Picnic in the Park / Cookout With Your Neighbours


Gathering with friends and neighbours in your local park is a fun way to enjoy the space. Take advantage of picnic shelters and on-site BBQs where available, or bring the equipment you need to enjoy cooking and dining al fresco! Establish a bring-your-own-dishes policy to cut down on paper and plastic plates and utensils.

Make it more active – Organize some retro games, such as three-legged or potato-sack races; bring some scoop ball sets, giant yard games (e.g., giant Jenga, checkers), Twister: organize a scavenger hunt.

Driveway Dinner (Breakfast, Lunch, Celebrations)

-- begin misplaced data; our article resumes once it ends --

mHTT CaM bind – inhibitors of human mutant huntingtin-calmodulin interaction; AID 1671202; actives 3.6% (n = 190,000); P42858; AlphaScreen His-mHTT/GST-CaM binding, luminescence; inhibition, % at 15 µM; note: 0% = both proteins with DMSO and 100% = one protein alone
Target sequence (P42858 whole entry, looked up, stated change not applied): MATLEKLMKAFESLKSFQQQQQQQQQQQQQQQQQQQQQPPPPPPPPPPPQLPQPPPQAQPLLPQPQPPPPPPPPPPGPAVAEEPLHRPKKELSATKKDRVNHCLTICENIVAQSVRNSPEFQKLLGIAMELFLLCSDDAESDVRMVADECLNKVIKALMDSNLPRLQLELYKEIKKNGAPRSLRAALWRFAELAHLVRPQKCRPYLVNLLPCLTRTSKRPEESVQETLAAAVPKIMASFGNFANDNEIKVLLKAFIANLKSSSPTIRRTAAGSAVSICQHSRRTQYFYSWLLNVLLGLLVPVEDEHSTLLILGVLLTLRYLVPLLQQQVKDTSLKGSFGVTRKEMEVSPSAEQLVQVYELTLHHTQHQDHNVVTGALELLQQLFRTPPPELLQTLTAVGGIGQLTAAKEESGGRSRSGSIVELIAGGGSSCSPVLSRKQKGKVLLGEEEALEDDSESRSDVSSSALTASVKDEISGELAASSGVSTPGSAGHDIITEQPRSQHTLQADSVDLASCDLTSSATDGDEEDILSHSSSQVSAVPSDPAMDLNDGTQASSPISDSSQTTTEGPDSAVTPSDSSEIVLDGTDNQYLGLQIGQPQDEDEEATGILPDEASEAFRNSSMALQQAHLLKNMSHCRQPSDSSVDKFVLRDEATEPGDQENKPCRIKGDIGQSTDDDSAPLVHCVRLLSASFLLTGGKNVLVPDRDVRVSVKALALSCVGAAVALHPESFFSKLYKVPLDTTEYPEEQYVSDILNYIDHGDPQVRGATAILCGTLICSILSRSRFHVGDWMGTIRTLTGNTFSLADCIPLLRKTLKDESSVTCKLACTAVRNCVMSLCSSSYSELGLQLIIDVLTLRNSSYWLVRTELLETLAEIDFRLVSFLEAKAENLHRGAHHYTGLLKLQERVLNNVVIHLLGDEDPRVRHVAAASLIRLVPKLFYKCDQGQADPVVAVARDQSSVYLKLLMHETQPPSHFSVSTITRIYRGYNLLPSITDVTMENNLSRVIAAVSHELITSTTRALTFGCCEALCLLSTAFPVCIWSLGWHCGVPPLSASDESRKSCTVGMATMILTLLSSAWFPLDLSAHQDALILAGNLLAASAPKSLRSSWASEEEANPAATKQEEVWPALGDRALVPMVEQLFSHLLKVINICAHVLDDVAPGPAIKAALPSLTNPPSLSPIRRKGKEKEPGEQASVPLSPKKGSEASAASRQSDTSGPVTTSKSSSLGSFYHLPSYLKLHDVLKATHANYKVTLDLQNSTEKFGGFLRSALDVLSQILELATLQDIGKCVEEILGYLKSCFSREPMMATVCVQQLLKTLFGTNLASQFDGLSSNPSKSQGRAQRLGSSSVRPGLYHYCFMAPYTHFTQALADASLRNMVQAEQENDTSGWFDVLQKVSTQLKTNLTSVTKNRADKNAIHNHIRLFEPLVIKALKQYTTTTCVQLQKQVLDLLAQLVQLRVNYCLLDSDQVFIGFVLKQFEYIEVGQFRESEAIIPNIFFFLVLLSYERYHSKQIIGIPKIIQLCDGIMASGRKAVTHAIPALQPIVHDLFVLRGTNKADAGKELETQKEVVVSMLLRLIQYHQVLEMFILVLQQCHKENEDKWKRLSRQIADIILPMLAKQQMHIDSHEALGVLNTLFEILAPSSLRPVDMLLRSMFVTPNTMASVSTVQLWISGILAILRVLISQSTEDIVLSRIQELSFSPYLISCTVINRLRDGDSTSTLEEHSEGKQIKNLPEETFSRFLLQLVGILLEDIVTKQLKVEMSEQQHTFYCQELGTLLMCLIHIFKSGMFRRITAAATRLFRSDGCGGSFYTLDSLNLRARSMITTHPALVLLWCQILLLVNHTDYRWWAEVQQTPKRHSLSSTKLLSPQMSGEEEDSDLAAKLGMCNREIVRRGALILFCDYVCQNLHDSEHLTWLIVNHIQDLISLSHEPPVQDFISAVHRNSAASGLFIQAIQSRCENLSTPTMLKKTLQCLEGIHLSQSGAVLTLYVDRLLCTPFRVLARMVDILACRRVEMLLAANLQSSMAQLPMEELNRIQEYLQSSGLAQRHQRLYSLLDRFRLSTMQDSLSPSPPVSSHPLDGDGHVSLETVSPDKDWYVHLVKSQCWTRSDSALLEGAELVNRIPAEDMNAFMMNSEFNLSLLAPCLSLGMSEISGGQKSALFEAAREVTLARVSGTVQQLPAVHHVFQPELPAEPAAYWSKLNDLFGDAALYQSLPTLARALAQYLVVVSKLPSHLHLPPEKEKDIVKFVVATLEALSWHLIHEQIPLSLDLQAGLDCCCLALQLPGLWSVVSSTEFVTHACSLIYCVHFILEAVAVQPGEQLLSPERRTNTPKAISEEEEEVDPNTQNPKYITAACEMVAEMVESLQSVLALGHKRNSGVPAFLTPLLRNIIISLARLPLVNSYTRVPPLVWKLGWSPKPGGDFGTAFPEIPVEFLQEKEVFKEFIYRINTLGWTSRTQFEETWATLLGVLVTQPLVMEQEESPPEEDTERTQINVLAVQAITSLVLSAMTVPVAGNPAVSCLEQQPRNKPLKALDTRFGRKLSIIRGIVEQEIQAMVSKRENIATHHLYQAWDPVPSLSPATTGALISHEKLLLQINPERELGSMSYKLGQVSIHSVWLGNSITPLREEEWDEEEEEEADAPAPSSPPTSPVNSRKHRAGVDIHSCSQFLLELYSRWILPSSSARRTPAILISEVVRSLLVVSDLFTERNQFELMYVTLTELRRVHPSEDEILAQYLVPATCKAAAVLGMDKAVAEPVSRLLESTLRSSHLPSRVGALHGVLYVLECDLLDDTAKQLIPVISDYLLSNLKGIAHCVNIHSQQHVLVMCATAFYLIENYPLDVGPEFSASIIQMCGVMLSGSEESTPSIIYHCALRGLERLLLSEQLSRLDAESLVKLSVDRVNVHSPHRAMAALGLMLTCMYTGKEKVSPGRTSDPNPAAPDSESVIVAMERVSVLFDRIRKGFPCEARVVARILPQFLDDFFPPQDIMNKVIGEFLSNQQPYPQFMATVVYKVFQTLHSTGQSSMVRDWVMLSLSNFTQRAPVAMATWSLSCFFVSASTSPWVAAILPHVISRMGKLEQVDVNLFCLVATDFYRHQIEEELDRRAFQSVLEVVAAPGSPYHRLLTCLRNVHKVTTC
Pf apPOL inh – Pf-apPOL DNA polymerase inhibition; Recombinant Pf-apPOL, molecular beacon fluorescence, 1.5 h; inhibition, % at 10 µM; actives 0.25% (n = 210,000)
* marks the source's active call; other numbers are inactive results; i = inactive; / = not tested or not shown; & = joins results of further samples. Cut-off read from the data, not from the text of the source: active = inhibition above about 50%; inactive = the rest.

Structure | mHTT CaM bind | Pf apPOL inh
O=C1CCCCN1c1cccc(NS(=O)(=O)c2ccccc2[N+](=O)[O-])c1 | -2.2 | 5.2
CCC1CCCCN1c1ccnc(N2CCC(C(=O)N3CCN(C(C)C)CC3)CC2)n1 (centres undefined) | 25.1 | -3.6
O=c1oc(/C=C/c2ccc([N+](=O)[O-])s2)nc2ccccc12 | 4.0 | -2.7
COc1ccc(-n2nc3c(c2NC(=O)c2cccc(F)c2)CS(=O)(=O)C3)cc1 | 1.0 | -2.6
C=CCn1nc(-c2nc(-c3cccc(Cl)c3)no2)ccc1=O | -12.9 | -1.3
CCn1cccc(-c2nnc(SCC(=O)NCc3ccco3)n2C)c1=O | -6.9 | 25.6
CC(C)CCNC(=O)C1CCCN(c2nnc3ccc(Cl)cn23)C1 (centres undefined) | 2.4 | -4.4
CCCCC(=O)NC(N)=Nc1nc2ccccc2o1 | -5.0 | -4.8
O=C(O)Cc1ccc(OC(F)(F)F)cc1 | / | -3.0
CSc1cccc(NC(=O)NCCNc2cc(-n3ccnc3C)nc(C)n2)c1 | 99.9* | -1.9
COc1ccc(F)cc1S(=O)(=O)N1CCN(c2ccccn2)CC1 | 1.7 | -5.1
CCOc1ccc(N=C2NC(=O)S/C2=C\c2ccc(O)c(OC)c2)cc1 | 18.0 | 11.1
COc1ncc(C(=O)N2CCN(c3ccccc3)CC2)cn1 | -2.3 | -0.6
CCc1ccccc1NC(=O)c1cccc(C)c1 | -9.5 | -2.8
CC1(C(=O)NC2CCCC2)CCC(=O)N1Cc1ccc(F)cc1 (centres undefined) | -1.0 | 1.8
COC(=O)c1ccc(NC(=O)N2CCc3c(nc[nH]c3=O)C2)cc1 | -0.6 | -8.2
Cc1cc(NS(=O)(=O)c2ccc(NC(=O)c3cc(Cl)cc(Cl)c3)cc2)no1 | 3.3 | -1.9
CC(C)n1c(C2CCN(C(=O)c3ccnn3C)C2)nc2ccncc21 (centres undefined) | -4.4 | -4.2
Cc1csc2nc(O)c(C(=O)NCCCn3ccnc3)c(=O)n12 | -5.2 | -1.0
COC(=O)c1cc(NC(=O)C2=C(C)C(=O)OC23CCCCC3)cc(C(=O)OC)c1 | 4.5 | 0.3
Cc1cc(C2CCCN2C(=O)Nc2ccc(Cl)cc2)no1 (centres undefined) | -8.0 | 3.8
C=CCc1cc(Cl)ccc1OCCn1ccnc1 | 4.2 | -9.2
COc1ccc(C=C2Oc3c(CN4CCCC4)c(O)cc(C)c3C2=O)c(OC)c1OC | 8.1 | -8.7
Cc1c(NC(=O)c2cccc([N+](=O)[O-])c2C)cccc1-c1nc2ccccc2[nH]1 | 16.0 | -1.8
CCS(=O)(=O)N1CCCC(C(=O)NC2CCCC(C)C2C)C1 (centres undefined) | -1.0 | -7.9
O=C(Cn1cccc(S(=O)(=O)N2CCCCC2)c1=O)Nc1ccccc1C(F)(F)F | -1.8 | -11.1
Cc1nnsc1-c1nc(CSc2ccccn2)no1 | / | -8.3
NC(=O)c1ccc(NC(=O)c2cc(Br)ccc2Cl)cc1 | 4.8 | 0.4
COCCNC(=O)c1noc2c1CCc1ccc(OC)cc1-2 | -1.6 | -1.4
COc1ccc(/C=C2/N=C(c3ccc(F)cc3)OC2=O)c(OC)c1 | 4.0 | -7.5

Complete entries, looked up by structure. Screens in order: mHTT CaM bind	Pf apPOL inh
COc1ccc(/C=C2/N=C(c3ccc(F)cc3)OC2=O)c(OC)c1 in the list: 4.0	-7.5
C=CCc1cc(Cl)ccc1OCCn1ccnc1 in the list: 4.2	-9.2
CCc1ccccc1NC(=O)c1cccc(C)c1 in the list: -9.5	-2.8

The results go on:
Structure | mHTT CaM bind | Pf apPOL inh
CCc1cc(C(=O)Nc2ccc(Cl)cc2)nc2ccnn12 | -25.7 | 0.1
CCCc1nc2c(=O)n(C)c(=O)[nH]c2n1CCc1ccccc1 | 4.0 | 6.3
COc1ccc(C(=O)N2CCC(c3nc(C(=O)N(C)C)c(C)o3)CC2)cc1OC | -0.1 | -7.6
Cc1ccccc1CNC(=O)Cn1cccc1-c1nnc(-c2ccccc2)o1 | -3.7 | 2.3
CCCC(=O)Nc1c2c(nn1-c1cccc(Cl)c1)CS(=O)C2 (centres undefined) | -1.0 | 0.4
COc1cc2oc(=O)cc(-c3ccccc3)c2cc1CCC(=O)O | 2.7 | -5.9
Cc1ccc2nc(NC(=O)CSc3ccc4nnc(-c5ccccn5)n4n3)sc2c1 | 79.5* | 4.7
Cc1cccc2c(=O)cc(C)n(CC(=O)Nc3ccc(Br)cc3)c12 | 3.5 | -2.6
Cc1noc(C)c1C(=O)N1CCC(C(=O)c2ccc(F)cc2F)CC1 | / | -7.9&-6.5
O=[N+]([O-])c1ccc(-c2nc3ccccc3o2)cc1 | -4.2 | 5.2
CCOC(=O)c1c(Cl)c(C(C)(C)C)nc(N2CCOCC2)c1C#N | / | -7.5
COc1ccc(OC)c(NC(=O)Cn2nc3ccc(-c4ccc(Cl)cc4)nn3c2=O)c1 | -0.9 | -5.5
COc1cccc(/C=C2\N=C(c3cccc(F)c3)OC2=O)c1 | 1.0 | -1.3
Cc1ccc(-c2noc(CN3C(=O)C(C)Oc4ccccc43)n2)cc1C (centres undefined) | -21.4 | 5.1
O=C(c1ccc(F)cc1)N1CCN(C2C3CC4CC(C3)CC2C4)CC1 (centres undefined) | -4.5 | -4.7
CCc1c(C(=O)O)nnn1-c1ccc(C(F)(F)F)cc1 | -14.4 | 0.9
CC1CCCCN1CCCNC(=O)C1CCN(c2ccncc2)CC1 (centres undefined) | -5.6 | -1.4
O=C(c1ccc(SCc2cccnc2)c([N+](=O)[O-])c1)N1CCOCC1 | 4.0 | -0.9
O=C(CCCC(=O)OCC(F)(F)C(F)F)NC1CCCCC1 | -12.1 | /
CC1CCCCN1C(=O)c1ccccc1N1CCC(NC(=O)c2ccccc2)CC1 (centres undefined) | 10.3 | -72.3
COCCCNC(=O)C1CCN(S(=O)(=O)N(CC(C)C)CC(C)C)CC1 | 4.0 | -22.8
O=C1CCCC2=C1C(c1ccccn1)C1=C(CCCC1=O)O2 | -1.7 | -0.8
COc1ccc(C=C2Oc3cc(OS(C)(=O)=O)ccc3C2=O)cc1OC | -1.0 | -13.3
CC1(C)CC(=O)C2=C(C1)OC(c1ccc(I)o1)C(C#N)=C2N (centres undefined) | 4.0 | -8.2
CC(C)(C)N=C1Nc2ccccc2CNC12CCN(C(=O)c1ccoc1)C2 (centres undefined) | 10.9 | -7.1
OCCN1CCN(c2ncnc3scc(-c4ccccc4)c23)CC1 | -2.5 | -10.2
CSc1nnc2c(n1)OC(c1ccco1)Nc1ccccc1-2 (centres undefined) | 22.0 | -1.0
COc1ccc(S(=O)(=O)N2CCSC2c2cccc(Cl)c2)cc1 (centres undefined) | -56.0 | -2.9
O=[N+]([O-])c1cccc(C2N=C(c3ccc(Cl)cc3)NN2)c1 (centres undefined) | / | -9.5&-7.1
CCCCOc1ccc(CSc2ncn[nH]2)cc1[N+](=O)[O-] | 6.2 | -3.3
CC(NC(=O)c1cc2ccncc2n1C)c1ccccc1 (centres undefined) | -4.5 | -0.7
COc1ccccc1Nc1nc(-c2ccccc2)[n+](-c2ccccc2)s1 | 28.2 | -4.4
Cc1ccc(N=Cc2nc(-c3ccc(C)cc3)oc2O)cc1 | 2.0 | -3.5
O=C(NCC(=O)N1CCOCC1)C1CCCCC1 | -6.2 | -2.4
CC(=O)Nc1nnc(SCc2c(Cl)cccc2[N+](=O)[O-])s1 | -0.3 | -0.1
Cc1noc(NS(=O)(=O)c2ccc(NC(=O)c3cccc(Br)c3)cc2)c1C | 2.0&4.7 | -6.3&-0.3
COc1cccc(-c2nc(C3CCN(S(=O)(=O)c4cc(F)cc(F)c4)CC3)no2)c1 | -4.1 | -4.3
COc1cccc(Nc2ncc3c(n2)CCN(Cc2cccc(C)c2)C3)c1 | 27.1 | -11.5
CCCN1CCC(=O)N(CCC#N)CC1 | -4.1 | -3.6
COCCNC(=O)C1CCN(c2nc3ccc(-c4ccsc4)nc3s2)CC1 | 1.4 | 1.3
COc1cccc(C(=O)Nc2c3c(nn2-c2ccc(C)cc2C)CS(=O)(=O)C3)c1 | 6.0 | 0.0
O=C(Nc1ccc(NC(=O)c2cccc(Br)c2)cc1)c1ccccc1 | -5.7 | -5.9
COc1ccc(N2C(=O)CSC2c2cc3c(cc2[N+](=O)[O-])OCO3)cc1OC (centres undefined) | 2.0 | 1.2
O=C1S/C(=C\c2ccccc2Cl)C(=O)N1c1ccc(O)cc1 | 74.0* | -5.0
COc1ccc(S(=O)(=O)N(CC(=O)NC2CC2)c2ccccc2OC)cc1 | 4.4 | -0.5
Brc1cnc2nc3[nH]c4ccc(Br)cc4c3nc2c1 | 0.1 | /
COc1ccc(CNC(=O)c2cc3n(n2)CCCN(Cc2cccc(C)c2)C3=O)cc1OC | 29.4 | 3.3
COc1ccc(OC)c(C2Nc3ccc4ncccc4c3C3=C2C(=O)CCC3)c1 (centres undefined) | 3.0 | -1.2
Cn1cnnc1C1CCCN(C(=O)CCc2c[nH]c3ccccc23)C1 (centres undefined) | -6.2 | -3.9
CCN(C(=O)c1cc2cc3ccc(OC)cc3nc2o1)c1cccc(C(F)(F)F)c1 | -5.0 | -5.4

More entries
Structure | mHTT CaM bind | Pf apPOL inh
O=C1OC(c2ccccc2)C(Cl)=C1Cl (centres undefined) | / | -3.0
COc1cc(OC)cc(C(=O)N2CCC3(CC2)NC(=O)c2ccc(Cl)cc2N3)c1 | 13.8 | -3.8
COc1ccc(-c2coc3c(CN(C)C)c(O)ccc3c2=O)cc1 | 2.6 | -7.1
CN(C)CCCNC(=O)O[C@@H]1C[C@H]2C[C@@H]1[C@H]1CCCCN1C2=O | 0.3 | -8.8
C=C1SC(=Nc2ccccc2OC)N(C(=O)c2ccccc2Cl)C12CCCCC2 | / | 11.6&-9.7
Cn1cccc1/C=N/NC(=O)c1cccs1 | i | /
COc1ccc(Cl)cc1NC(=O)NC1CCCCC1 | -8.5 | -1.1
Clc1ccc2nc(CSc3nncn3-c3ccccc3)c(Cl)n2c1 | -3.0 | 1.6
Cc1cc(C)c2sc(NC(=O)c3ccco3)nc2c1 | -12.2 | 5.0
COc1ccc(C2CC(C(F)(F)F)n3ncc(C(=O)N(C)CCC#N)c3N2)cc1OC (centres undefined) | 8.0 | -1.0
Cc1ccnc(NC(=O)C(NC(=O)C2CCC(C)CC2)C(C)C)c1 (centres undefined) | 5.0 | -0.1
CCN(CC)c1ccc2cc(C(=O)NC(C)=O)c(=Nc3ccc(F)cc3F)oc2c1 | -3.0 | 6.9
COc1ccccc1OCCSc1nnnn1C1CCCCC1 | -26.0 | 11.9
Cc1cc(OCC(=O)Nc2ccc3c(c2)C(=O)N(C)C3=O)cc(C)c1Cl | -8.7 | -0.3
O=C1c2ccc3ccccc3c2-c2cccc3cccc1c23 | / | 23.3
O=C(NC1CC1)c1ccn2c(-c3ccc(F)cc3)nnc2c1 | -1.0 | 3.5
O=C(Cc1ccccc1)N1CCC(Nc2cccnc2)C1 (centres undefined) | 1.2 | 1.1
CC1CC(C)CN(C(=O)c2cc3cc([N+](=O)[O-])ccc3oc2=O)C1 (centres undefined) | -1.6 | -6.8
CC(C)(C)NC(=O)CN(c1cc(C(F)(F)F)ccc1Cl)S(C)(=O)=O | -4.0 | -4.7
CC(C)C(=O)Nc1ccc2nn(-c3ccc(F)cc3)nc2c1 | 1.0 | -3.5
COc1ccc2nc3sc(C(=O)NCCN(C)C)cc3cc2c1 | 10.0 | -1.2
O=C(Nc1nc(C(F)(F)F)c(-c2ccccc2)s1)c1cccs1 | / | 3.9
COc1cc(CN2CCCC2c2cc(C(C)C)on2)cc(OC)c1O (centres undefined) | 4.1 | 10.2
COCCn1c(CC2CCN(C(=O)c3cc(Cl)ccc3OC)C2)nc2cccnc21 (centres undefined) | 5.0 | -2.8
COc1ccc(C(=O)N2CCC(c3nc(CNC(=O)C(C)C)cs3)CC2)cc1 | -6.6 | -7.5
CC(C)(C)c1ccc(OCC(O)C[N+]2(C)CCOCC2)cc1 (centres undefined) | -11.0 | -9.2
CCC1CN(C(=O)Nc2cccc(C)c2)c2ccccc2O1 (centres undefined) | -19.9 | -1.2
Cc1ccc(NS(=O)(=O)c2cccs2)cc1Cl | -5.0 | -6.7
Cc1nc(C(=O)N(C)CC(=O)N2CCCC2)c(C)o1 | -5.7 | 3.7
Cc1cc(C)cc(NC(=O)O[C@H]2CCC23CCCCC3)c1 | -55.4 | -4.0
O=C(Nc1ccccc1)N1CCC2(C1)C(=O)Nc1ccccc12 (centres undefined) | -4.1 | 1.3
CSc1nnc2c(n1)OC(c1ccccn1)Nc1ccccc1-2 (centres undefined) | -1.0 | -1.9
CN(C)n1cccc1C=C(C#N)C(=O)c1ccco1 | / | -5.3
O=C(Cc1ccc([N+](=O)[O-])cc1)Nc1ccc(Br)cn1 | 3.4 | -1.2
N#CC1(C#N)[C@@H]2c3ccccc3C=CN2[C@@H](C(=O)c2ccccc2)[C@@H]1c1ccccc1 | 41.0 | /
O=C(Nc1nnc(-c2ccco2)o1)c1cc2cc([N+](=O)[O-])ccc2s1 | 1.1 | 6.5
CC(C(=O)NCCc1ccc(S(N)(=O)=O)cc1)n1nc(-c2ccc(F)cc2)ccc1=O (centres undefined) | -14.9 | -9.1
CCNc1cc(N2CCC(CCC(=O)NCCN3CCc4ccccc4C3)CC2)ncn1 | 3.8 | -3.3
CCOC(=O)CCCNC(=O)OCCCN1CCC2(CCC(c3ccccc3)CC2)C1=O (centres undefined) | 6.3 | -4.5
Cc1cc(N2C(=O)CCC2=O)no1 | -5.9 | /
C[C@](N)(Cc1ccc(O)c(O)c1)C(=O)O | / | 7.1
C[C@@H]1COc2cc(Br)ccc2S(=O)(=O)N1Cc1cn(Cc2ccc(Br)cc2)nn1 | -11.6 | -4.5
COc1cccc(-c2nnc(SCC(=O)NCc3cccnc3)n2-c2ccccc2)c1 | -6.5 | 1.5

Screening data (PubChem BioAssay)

Organize a driveway gathering, in any season, that brings neighbours, their chairs (but they walked to get there), and some food together to socialize. Check out Front Yard Friday, Back Lane Barbeque and Pancake Party for other ideas.

Make it more active – Put some high tables out that people can stand around (but have chairs for when they get tired), designate and decorate an area for bike parking (and invite people to cycle over).

Spaghetti Wednesday or Souper Sunday


In Burlington, Ontario, it is now a tradition to gather one Wednesday a month for a spaghetti dinner. One of the neighbours cooks a big pot of spaghetti, neighbours walk or cycle over and people eat and run or stay and chat. In Lloydminster, Alberta, neighbours serve soup on Sunday.